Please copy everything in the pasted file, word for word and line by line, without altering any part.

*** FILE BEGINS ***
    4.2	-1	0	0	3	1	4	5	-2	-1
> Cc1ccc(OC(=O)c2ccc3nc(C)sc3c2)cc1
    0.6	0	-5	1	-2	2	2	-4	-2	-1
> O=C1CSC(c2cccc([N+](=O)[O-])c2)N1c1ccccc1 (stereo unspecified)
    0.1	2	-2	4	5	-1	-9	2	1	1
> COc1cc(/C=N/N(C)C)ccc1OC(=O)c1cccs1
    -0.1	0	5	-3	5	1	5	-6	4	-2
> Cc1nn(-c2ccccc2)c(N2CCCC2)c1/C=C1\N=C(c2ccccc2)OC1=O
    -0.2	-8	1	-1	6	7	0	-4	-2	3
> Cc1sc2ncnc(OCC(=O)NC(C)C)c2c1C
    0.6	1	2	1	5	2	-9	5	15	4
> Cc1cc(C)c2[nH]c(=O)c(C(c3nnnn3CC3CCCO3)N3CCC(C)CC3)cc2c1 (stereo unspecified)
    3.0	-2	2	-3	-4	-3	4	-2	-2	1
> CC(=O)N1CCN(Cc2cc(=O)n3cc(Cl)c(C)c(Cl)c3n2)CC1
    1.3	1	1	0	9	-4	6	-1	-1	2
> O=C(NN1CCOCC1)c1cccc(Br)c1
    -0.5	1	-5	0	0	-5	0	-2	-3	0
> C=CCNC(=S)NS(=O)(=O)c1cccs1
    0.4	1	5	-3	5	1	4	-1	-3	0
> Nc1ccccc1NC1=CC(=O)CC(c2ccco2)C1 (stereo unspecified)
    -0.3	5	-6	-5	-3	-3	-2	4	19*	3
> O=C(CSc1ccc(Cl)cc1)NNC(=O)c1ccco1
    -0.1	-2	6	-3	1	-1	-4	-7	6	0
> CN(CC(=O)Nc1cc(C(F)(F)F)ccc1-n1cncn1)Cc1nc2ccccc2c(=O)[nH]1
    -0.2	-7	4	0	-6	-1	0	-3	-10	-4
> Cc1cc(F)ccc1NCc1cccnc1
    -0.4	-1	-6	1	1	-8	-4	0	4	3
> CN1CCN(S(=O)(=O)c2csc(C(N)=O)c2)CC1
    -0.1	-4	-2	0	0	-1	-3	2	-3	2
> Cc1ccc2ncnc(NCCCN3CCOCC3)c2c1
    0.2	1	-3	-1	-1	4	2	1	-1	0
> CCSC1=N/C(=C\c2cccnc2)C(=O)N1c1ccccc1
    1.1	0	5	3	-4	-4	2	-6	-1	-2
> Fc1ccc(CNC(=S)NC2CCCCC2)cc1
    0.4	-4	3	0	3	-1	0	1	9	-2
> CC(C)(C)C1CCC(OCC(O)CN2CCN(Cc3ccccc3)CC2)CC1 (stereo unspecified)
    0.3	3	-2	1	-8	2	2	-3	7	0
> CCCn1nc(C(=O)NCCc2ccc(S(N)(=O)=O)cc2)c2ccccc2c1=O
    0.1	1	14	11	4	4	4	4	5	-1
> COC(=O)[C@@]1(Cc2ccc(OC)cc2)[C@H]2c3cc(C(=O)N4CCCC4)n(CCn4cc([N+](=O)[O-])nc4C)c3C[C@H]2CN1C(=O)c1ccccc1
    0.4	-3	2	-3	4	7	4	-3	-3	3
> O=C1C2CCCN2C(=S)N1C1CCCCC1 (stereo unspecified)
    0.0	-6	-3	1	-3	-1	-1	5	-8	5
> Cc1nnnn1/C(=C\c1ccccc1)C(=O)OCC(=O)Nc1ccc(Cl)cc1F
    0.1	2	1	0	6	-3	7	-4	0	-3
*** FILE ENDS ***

    4.2	-1	0	0	3	1	4	5	-2	-1
> Cc1ccc(OC(=O)c2ccc3nc(C)sc3c2)cc1
    0.6	0	-5	1	-2	2	2	-4	-2	-1
> O=C1CSC(c2cccc([N+](=O)[O-])c2)N1c1ccccc1 (stereo unspecified)
    0.1	2	-2	4	5	-1	-9	2	1	1
> COc1cc(/C=N/N(C)C)ccc1OC(=O)c1cccs1
    -0.1	0	5	-3	5	1	5	-6	4	-2
> Cc1nn(-c2ccccc2)c(N2CCCC2)c1/C=C1\N=C(c2ccccc2)OC1=O
    -0.2	-8	1	-1	6	7	0	-4	-2	3
> Cc1sc2ncnc(OCC(=O)NC(C)C)c2c1C
    0.6	1	2	1	5	2	-9	5	15	4
> Cc1cc(C)c2[nH]c(=O)c(C(c3nnnn3CC3CCCO3)N3CCC(C)CC3)cc2c1 (stereo unspecified)
    3.0	-2	2	-3	-4	-3	4	-2	-2	1
> CC(=O)N1CCN(Cc2cc(=O)n3cc(Cl)c(C)c(Cl)c3n2)CC1
    1.3	1	1	0	9	-4	6	-1	-1	2
> O=C(NN1CCOCC1)c1cccc(Br)c1
    -0.5	1	-5	0	0	-5	0	-2	-3	0
> C=CCNC(=S)NS(=O)(=O)c1cccs1
    0.4	1	5	-3	5	1	4	-1	-3	0
> Nc1ccccc1NC1=CC(=O)CC(c2ccco2)C1 (stereo unspecified)
    -0.3	5	-6	-5	-3	-3	-2	4	19*	3
> O=C(CSc1ccc(Cl)cc1)NNC(=O)c1ccco1
    -0.1	-2	6	-3	1	-1	-4	-7	6	0
> CN(CC(=O)Nc1cc(C(F)(F)F)ccc1-n1cncn1)Cc1nc2ccccc2c(=O)[nH]1
    -0.2	-7	4	0	-6	-1	0	-3	-10	-4
> Cc1cc(F)ccc1NCc1cccnc1
    -0.4	-1	-6	1	1	-8	-4	0	4	3
> CN1CCN(S(=O)(=O)c2csc(C(N)=O)c2)CC1
    -0.1	-4	-2	0	0	-1	-3	2	-3	2
> Cc1ccc2ncnc(NCCCN3CCOCC3)c2c1
    0.2	1	-3	-1	-1	4	2	1	-1	0
> CCSC1=N/C(=C\c2cccnc2)C(=O)N1c1ccccc1
    1.1	0	5	3	-4	-4	2	-6	-1	-2
> Fc1ccc(CNC(=S)NC2CCCCC2)cc1
    0.4	-4	3	0	3	-1	0	1	9	-2
> CC(C)(C)C1CCC(OCC(O)CN2CCN(Cc3ccccc3)CC2)CC1 (stereo unspecified)
    0.3	3	-2	1	-8	2	2	-3	7	0
> CCCn1nc(C(=O)NCCc2ccc(S(N)(=O)=O)cc2)c2ccccc2c1=O
    0.1	1	14	11	4	4	4	4	5	-1
> COC(=O)[C@@]1(Cc2ccc(OC)cc2)[C@H]2c3cc(C(=O)N4CCCC4)n(CCn4cc([N+](=O)[O-])nc4C)c3C[C@H]2CN1C(=O)c1ccccc1
    0.4	-3	2	-3	4	7	4	-3	-3	3
> O=C1C2CCCN2C(=S)N1C1CCCCC1 (stereo unspecified)
    0.0	-6	-3	1	-3	-1	-1	5	-8	5
> Cc1nnnn1/C(=C\c1ccccc1)C(=O)OCC(=O)Nc1ccc(Cl)cc1F
    0.1	2	1	0	6	-3	7	-4	0	-3